Have you ever noticed your dog express gratitude toward you? I’m not talking about the affection he gives you when you walk through the door after work. I mean, real thanks, for something specific. I never gave it much thought, until one day a few years ago, on a very hot walk, I stopped half way through as I usually do, to offer Loki and Juno some water. I poured it into the bowl. And instead of heading tongue first into the bowl, both gave me a kiss on the cheek, then proceeded to drink their water. In fact, they must have both kissed me before drinking hundreds of times in the 9 years we’ve been together and I never connected it as gratitude. It doesn’t matter how hot or how thirsty they are, they almost always tell me “Thanks Mom,” with a kiss, when I offer them the water.
They don’t do this at dinner time because they wait in a sit until I stand up and tell them, “Bon Appetite,” rather than stay in squat at their level. But they do kiss me with thanks when I put fresh water in their bowl in the house too. In fact, if Juno sees me do this, she’ll purposely get up from her position, walk over while I’m placing the bowl down and bent over, just to get her kiss in on my cheek before I stand up, then she enjoys her fresh bowl of water.
Naturally, someone on social media pointed out it could just be that she was seeking permission from her alpha (me) to take the water, much like wolves do in a pack. Frankly, I do not put much stock in wolf behavior to train and live with my domestic dogs. In fact there are many animal behaviorists who would say that though there are similarities in character wolves and dogs, the alpha pack leadership theory is not a proven method of training your dog. Ian Dunbar once said ”Trying to train dogs by studying wolf behavior is like learning how to raise a child by watching chimps.” In addition, many vets and animal behaviorists confirm that domestic dogs do show gratitude with kissing. In Loki’s case, he will bow his head into my legs and moan happily. Besides, my dogs ask for permission for things by looking at what they want then to my face, then to the item they want. It’s a completely different behavior. I’ve lived with these two a long time and while I”m still learning (they have so much they can teach people) I’m fairly certain of when they are thankful and when they are asking permission.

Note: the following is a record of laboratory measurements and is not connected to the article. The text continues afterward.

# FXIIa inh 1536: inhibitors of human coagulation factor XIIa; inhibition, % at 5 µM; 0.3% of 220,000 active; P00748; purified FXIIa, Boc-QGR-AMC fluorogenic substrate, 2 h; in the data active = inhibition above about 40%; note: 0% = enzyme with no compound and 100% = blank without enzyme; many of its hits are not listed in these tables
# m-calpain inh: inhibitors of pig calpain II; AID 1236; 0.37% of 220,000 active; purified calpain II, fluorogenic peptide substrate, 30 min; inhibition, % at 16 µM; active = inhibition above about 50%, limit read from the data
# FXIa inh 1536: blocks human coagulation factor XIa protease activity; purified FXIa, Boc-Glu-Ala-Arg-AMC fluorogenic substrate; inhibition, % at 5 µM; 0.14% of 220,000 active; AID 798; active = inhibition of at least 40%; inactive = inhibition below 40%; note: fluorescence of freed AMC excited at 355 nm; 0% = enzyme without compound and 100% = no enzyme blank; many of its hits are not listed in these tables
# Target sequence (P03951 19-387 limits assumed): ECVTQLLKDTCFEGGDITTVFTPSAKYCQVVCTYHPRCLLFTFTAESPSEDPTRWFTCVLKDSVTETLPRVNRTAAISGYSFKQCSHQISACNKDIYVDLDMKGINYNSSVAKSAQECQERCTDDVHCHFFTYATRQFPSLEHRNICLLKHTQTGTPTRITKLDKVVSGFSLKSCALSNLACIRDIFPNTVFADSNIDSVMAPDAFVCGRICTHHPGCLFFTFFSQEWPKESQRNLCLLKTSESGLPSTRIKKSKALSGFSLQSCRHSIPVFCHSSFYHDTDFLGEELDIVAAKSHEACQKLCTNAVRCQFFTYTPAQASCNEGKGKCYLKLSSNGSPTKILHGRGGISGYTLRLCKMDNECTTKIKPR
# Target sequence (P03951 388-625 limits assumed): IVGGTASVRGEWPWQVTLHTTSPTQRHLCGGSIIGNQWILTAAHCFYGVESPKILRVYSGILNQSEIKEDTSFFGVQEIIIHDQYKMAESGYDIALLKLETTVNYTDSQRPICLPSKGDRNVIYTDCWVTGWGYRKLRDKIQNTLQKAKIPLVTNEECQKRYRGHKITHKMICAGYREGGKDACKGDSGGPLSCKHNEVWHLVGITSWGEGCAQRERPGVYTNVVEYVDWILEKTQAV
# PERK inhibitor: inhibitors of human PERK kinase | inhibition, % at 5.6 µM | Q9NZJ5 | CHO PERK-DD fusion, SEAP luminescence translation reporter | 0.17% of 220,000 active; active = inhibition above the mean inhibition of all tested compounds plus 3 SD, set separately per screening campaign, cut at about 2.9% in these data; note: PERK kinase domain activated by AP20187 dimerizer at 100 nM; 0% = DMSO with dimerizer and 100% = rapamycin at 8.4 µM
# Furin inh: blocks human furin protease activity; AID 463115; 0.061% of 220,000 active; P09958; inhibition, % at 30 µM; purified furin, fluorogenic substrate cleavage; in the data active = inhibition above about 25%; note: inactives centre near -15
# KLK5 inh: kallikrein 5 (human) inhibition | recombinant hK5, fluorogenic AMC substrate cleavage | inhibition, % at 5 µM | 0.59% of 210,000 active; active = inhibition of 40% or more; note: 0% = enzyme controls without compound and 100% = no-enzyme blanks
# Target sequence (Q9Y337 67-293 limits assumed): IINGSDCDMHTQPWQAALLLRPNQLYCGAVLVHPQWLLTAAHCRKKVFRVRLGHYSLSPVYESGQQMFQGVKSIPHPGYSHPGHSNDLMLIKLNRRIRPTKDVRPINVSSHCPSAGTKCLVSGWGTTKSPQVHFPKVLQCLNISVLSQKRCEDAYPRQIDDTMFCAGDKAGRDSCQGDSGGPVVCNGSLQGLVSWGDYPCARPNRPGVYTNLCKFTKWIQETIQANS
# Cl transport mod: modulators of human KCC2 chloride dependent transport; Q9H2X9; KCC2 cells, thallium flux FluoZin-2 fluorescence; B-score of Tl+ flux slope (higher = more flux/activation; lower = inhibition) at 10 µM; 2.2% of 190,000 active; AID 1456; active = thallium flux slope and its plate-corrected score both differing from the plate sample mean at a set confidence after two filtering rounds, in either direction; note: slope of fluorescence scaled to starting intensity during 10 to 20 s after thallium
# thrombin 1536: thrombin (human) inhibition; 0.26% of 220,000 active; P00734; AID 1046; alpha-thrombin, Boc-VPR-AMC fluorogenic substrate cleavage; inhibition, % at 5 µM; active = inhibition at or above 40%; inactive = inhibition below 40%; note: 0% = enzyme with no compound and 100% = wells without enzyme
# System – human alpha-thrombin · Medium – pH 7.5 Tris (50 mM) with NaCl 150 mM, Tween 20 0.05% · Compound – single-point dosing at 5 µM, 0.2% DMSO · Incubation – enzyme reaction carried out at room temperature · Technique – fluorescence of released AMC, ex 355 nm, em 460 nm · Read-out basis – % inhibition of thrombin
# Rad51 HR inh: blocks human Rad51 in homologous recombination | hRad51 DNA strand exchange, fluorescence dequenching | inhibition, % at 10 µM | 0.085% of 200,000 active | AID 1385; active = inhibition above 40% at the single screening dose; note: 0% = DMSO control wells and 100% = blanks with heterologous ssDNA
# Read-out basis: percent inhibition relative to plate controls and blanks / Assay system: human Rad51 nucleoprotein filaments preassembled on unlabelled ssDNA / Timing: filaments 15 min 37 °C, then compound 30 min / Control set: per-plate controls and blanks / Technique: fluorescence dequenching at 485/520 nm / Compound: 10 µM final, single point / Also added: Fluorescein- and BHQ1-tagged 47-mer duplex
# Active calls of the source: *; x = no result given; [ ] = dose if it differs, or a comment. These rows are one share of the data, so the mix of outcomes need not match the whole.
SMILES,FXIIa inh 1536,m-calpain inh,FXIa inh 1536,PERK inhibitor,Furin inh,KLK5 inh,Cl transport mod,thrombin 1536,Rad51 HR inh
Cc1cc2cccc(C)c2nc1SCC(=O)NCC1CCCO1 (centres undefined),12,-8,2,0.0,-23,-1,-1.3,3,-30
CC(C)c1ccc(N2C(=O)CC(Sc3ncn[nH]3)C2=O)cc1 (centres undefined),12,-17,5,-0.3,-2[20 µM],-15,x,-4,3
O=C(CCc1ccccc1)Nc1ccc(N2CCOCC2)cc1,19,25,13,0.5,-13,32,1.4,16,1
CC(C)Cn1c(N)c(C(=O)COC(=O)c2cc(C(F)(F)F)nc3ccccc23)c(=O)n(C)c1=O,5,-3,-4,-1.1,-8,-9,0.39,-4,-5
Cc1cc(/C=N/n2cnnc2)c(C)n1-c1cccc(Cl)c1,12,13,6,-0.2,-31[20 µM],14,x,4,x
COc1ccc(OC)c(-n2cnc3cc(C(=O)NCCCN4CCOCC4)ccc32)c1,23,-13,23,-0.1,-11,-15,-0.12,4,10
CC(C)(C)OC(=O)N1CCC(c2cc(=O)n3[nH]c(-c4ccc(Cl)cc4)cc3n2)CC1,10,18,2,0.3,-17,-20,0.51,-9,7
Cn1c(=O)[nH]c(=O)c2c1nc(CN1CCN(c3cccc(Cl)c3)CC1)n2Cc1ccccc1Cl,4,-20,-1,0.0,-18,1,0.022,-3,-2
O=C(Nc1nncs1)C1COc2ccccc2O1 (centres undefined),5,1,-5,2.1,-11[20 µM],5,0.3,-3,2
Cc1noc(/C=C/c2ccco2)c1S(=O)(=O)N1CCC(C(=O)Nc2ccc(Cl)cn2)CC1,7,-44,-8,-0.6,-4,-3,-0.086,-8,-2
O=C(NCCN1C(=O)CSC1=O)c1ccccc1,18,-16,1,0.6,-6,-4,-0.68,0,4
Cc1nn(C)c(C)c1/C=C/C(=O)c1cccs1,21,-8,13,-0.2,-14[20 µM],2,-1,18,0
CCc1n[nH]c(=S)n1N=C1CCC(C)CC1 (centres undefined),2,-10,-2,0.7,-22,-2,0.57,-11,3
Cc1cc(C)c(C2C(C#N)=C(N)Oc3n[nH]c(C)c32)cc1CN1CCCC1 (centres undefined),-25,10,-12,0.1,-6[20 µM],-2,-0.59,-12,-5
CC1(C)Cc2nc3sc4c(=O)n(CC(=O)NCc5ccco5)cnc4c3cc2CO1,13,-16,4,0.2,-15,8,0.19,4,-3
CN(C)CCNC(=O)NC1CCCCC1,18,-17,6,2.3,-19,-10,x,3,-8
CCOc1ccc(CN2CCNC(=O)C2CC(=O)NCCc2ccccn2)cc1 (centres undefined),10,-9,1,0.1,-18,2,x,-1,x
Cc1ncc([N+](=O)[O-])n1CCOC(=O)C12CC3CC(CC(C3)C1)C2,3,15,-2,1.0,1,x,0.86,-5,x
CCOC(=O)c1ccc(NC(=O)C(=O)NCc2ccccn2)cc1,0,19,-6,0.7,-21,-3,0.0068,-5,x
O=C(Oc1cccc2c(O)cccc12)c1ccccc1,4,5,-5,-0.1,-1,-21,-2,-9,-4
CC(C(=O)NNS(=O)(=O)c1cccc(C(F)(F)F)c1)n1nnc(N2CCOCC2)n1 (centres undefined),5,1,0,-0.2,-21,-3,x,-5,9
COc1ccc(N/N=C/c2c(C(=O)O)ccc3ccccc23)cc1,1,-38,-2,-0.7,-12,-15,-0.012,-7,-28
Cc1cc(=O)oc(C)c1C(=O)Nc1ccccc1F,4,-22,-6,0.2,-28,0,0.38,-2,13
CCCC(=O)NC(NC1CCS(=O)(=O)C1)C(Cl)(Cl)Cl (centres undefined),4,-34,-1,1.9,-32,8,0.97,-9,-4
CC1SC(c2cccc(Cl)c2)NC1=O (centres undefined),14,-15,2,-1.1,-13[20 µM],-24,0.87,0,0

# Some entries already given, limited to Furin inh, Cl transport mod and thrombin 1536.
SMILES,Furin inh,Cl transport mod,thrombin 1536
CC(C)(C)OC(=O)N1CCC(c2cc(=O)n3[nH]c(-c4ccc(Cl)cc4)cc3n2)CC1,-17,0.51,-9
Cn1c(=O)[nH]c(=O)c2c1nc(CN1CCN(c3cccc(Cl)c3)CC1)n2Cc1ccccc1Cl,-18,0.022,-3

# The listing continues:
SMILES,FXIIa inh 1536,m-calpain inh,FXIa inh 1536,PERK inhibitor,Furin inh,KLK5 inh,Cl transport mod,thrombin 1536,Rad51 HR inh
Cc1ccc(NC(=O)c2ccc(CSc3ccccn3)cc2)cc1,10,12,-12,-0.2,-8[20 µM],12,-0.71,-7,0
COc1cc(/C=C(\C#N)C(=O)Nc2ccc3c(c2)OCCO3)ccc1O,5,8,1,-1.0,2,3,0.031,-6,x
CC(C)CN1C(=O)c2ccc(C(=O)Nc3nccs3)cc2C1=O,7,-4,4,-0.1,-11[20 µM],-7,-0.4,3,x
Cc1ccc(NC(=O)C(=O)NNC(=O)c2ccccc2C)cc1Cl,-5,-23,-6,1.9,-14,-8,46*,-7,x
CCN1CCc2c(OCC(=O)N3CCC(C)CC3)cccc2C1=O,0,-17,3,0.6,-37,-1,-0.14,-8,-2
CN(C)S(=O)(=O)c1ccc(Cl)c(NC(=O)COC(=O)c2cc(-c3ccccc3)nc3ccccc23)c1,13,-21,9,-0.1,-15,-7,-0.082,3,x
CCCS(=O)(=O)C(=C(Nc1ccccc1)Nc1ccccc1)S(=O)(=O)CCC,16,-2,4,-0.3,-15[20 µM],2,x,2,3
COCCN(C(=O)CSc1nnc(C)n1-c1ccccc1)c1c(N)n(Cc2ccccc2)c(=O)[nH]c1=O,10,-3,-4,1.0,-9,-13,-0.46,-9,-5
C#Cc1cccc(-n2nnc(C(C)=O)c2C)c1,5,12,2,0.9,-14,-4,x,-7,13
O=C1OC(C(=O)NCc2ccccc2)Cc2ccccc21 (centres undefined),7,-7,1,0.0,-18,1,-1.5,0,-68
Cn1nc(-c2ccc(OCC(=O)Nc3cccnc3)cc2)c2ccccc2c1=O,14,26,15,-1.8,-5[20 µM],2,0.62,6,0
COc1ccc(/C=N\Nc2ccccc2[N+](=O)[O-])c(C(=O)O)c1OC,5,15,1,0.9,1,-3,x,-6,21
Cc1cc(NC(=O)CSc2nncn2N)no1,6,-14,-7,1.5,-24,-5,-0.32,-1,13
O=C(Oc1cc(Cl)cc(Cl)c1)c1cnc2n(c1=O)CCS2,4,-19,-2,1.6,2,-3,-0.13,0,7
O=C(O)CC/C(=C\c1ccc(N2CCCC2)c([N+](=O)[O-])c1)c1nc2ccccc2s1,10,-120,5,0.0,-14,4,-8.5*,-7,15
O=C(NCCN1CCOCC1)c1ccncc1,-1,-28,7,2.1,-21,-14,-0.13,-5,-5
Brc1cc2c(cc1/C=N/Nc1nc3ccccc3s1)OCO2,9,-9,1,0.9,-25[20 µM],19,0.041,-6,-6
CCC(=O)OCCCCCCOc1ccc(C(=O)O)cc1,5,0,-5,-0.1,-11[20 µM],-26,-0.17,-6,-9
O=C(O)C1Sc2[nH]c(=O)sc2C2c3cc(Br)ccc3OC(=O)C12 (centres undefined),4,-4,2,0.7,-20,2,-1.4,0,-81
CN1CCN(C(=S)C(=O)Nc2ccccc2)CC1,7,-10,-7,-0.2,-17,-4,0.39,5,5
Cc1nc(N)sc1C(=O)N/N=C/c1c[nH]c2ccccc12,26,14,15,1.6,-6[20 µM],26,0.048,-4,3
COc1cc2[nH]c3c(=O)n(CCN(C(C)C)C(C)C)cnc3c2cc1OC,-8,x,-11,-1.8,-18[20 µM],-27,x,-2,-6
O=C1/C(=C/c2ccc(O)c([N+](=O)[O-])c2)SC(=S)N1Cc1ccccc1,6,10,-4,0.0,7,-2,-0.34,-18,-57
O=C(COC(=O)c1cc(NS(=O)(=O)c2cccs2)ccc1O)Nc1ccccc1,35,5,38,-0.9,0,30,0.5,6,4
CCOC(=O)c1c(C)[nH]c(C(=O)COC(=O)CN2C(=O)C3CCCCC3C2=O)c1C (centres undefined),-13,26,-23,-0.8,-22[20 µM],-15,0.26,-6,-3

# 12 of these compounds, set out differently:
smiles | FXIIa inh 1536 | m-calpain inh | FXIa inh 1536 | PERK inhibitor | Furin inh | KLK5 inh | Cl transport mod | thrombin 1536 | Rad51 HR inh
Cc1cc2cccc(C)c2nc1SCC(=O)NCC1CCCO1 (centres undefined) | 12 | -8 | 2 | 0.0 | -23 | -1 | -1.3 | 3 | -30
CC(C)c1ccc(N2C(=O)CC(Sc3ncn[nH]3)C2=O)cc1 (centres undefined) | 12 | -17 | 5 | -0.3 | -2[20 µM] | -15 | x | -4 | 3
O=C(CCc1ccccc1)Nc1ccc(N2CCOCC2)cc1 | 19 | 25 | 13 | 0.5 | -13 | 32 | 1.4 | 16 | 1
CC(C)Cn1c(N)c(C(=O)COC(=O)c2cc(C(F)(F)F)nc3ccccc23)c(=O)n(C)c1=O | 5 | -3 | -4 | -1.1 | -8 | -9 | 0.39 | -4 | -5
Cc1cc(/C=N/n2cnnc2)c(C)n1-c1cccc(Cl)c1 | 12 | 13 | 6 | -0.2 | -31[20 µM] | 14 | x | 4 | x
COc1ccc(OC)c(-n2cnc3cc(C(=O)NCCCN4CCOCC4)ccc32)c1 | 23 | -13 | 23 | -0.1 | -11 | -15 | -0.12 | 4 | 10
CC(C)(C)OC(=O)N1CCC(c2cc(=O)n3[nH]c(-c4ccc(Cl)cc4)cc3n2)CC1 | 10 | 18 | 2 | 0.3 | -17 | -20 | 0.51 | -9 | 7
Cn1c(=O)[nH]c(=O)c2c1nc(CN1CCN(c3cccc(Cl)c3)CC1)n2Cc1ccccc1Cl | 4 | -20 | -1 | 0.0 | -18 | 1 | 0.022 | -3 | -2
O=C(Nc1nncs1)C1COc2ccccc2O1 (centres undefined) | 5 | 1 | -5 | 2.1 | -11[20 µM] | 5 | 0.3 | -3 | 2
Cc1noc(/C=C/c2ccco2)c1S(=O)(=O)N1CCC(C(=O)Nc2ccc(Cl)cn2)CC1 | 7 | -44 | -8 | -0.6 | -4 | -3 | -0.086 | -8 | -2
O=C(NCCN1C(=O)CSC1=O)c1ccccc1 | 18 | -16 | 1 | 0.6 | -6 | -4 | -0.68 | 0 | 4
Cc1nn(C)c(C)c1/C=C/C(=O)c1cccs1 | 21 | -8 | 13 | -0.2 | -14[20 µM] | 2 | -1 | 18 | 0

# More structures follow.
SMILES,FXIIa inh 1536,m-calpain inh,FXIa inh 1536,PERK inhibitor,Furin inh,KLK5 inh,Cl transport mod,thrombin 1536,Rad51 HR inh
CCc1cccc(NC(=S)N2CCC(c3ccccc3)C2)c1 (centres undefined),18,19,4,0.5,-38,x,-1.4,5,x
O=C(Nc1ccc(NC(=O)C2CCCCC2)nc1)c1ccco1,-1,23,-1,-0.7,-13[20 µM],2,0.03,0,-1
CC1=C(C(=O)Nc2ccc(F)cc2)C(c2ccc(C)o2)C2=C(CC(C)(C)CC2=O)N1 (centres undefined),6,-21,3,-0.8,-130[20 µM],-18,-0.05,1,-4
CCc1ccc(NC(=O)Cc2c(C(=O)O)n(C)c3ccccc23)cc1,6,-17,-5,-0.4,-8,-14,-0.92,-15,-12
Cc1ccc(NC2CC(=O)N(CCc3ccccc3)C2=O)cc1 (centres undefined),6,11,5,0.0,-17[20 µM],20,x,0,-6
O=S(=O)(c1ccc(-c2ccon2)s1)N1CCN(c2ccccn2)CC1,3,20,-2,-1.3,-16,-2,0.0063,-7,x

What ways does your dog express gratitude?